Leo Newhouse, LICSW

Leo Newhouse, LICSW, is a Senior Social Worker in Neurology at Beth Israel Deaconess Medical Center (BIDMC). In this capacity, he works with patients and families coping with life-limiting illness, aging, and loss. In his spare time, he enjoys reading, writing, and—weather permitting—riding his bike along Boston’s Emerald Necklace.


Posts by Leo Newhouse, LICSW

Is crying good for you?

Crying is a natural response to a range of emotions, but is it good for your health? Crying is an important safety valve: it acts as a safety valve for our emotions, and emotional tears flush stress hormones and other toxins out of our systems.

Choosing joy during difficult times

As this year’s challenges and stressors have piled up, many people have found it increasingly difficult to find any joy in their lives. A good portion of our happiness is related to our own attitudes and actions, and the actions of others can show us how to find contentment, happiness — even joy— in the most difficult of times.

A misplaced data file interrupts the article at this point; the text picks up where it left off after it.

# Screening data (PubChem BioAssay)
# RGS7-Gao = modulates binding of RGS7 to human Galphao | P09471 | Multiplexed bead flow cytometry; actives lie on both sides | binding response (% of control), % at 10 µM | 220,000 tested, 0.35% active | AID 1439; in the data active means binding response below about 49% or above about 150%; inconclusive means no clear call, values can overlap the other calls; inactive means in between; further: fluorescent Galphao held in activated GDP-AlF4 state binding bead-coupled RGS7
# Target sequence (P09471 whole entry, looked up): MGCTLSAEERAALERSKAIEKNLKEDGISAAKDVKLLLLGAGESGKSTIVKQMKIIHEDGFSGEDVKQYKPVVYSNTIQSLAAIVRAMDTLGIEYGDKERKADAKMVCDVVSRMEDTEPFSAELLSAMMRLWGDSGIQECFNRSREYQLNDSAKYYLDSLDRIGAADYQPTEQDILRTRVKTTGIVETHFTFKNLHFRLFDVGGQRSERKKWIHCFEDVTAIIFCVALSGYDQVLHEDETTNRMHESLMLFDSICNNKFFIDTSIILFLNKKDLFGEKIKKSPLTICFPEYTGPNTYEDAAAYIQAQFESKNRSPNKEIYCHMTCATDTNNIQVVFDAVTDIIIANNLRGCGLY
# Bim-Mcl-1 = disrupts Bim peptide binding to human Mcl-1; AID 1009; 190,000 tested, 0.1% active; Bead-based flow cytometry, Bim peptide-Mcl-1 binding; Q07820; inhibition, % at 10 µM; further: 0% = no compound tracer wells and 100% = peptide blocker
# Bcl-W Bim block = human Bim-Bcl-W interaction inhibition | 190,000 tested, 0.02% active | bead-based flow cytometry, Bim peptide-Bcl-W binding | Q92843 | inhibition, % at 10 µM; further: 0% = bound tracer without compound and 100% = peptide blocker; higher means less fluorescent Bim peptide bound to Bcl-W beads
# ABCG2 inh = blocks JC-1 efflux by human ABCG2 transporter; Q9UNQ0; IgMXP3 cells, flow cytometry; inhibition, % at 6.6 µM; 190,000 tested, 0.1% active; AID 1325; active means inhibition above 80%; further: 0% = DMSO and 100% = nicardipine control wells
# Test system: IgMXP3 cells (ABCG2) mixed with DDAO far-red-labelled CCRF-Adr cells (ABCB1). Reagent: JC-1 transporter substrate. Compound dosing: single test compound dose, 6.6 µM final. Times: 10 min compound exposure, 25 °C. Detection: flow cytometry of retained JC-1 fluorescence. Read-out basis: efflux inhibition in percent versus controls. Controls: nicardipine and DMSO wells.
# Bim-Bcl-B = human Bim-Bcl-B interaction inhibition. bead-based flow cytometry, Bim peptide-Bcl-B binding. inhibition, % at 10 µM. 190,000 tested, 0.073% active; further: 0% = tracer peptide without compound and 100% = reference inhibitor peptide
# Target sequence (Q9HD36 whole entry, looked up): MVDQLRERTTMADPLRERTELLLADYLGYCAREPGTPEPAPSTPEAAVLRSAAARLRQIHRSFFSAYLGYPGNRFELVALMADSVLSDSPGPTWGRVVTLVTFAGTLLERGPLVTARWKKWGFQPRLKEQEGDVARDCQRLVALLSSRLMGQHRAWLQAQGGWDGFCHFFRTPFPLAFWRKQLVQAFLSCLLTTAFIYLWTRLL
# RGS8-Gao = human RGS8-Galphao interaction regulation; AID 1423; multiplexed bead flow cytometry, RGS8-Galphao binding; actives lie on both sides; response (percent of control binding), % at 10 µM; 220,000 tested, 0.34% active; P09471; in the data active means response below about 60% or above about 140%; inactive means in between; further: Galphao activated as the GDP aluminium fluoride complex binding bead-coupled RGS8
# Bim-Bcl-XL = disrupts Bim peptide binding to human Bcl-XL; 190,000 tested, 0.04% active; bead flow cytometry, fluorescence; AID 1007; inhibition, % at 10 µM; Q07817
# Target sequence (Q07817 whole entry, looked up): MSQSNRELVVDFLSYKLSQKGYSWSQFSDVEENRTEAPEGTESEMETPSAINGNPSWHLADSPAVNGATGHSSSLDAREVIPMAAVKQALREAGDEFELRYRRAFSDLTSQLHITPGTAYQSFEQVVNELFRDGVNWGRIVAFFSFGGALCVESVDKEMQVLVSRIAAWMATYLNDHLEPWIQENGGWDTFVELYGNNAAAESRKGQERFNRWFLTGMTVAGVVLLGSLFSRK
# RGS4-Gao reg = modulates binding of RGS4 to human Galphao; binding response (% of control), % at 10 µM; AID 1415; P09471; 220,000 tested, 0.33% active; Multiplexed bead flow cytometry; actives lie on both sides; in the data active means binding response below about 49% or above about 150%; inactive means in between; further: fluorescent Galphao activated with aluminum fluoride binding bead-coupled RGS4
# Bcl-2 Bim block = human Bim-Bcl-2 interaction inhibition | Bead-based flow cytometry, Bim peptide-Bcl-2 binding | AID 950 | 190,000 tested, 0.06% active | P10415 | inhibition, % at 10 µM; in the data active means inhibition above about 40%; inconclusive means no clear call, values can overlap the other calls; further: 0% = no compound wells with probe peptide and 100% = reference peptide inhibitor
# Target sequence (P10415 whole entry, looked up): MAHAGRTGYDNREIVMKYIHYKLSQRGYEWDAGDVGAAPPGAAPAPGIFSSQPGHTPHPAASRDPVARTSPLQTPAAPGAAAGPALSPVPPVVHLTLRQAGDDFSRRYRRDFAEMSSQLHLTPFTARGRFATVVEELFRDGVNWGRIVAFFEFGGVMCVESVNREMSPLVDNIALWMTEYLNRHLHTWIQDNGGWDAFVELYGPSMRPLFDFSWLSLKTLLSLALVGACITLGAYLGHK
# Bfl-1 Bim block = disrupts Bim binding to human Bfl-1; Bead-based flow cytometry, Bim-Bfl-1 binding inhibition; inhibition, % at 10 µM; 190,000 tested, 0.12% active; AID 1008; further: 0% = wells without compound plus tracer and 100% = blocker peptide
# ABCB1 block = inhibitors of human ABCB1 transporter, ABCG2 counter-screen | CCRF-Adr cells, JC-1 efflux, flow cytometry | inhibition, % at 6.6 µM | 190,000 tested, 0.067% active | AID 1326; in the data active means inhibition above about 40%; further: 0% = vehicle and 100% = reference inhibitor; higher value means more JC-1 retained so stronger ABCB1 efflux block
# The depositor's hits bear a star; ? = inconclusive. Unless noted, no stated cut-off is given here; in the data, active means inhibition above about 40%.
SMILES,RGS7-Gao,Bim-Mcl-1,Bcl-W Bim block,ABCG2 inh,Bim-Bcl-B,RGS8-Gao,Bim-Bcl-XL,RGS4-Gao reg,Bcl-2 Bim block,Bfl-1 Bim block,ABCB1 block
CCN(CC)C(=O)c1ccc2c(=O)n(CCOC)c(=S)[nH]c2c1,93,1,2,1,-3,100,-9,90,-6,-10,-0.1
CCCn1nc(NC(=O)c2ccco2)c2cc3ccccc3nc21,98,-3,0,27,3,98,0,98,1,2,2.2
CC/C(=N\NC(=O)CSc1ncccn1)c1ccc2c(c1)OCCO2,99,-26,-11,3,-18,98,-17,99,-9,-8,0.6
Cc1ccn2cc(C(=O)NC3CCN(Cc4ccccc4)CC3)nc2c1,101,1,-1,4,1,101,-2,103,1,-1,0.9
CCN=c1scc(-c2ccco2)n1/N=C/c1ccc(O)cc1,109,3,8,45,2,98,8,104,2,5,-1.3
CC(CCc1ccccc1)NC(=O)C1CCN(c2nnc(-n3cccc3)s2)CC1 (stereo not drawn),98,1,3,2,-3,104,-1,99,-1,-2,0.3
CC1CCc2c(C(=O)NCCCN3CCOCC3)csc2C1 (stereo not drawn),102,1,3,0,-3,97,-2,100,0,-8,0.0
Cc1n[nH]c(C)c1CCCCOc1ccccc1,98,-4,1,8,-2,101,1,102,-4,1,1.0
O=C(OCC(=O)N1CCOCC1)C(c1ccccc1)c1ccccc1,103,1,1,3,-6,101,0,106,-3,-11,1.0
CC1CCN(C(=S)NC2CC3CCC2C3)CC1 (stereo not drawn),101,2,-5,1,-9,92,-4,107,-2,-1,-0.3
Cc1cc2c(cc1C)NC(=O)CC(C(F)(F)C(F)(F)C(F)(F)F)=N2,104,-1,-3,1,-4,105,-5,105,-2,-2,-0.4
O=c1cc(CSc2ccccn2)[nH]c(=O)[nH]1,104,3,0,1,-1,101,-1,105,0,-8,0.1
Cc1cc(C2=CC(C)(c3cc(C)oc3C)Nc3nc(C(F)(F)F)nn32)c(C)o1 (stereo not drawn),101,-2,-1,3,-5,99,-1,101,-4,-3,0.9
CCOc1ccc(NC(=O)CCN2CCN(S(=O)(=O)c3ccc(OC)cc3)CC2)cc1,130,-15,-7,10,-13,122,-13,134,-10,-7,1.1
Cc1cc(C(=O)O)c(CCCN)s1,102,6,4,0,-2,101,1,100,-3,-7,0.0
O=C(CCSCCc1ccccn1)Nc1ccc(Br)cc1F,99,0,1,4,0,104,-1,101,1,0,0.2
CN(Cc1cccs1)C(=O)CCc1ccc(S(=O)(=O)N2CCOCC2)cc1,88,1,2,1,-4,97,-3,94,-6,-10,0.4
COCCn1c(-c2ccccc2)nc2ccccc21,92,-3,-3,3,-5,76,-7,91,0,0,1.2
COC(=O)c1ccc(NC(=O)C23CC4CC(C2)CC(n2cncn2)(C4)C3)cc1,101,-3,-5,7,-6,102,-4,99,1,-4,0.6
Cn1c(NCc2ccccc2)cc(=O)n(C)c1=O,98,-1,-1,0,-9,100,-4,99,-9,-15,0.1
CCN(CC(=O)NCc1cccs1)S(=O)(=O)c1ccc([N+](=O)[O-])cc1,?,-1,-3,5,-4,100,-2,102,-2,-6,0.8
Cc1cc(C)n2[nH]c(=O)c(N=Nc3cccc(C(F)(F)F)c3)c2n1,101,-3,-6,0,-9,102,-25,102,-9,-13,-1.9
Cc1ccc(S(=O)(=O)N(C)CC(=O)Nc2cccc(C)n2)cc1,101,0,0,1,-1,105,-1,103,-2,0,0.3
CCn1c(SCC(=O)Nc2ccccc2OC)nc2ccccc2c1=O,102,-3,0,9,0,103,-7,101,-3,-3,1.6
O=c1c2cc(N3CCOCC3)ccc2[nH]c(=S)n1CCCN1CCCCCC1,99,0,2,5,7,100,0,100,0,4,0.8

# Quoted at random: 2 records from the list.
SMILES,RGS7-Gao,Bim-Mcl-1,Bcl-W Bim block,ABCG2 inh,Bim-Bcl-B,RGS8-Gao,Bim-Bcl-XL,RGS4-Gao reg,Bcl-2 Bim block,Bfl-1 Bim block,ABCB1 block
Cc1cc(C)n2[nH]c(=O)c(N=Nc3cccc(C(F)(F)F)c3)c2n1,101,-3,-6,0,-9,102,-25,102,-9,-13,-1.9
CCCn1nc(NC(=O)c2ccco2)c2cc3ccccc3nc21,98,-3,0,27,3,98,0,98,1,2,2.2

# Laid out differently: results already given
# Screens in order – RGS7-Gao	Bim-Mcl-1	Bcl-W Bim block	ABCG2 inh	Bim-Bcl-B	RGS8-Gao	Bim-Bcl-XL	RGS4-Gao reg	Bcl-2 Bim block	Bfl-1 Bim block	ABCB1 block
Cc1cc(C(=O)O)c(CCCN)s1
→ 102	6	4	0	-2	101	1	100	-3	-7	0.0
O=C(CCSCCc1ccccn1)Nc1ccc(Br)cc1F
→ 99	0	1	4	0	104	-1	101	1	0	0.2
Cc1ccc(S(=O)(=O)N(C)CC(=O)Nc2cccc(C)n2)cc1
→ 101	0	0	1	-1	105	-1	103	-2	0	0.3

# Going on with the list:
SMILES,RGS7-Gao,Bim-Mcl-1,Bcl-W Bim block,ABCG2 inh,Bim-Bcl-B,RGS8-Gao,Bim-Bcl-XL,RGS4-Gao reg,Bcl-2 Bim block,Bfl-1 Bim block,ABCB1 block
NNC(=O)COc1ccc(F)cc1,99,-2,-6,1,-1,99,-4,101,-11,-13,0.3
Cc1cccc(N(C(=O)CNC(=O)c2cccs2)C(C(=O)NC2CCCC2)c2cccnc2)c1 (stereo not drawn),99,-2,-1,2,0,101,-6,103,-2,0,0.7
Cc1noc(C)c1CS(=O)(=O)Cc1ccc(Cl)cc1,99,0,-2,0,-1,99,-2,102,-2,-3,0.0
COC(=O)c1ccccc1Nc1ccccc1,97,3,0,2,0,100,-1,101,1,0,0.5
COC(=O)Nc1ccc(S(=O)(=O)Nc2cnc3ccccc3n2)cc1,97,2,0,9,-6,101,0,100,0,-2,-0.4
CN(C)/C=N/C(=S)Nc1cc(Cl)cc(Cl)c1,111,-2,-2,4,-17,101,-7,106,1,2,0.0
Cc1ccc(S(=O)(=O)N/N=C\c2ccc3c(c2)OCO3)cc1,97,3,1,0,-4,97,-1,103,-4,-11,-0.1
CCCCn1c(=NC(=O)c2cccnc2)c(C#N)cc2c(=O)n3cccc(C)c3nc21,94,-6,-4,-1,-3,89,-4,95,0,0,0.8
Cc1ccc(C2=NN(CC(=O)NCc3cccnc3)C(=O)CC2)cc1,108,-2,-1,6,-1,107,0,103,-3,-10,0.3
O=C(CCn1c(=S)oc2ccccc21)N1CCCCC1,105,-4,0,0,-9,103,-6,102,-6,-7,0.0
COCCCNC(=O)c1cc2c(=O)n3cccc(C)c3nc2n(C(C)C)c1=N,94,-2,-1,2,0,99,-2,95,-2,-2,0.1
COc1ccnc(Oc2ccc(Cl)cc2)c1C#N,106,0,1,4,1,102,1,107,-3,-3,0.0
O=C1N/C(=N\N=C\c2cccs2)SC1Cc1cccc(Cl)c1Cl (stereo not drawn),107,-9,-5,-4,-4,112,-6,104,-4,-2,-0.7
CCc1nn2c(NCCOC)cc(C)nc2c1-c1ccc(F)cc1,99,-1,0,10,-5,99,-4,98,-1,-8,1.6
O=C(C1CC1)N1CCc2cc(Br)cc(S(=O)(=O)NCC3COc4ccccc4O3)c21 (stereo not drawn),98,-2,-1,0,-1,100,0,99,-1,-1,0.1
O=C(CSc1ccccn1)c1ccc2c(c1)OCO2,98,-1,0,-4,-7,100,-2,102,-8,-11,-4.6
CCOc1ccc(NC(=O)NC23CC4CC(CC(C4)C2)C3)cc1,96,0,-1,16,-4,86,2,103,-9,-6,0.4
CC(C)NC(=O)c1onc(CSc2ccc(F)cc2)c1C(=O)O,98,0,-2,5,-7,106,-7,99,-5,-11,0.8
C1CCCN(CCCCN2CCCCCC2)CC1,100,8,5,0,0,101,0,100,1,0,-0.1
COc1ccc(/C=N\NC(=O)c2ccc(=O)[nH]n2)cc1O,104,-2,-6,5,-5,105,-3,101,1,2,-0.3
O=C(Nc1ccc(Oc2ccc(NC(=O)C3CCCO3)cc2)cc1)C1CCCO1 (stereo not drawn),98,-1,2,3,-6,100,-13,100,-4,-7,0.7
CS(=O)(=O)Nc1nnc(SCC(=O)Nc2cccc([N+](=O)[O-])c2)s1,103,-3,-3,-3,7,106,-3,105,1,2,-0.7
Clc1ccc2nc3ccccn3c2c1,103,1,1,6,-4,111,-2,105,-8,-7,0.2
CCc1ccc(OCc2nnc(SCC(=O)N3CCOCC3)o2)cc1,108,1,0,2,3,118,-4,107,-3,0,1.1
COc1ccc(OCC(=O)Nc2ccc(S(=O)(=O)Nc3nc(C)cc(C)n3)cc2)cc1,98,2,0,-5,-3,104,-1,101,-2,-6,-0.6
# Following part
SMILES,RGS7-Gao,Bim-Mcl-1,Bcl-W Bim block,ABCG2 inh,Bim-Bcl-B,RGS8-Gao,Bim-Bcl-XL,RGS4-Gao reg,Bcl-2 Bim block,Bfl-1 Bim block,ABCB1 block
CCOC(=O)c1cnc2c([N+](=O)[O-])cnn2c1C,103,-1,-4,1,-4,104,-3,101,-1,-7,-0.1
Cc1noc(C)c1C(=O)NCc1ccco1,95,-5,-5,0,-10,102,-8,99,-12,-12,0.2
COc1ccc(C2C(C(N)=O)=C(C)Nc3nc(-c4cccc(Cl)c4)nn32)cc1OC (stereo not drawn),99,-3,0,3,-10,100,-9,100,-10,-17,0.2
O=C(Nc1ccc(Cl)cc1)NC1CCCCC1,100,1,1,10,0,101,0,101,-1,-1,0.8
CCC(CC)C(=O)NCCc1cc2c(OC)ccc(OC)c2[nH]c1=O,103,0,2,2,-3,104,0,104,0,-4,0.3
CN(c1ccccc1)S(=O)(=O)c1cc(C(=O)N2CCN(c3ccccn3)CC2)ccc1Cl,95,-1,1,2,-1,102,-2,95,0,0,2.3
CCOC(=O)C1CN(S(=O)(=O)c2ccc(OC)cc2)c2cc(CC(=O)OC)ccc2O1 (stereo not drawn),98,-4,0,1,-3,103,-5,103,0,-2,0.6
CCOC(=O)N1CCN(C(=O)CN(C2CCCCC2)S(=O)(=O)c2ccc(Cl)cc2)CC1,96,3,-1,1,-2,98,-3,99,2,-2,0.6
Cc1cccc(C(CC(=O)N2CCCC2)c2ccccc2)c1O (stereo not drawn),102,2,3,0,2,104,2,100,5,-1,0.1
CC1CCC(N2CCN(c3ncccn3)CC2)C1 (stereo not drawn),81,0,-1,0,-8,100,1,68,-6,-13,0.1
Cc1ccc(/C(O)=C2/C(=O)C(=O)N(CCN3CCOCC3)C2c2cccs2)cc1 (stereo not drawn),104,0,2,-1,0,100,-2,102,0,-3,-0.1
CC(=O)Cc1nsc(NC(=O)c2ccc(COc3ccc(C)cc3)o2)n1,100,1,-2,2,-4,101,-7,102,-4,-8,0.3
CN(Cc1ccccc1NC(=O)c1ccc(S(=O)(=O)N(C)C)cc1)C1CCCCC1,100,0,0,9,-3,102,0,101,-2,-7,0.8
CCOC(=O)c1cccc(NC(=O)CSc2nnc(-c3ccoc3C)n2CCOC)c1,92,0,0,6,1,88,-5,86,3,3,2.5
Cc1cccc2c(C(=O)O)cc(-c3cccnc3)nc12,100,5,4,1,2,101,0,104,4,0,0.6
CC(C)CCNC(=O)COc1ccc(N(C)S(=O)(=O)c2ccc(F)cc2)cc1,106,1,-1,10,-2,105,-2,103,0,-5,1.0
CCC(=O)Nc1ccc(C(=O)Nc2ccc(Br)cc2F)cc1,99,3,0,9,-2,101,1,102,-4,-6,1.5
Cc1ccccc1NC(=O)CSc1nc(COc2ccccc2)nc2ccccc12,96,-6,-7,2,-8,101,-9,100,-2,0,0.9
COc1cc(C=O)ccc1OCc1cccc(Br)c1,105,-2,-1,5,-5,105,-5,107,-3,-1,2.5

Coping with the loss of smell and taste

A majority of people with mild or moderate COVID-19 have reported problems with their sense of smell, and a similar percentage reported changes in taste perception. The loss of these senses may be temporary, but it can take as long as a year for them to return, and some people will not regain them at all.

The (not-so-hidden) costs of caregiving

Americans provide nearly $650 billion worth of unpaid caregiving for their ill or aging loved ones every year. But the less tangible costs are important, too. A new study has revealed that caregivers of critically ill family members are at high risk for depression — and that this risk remains high long after the initial health crisis is over. Fortunately, there are several strategies caregivers can use to keep their bodies — and minds — healthy.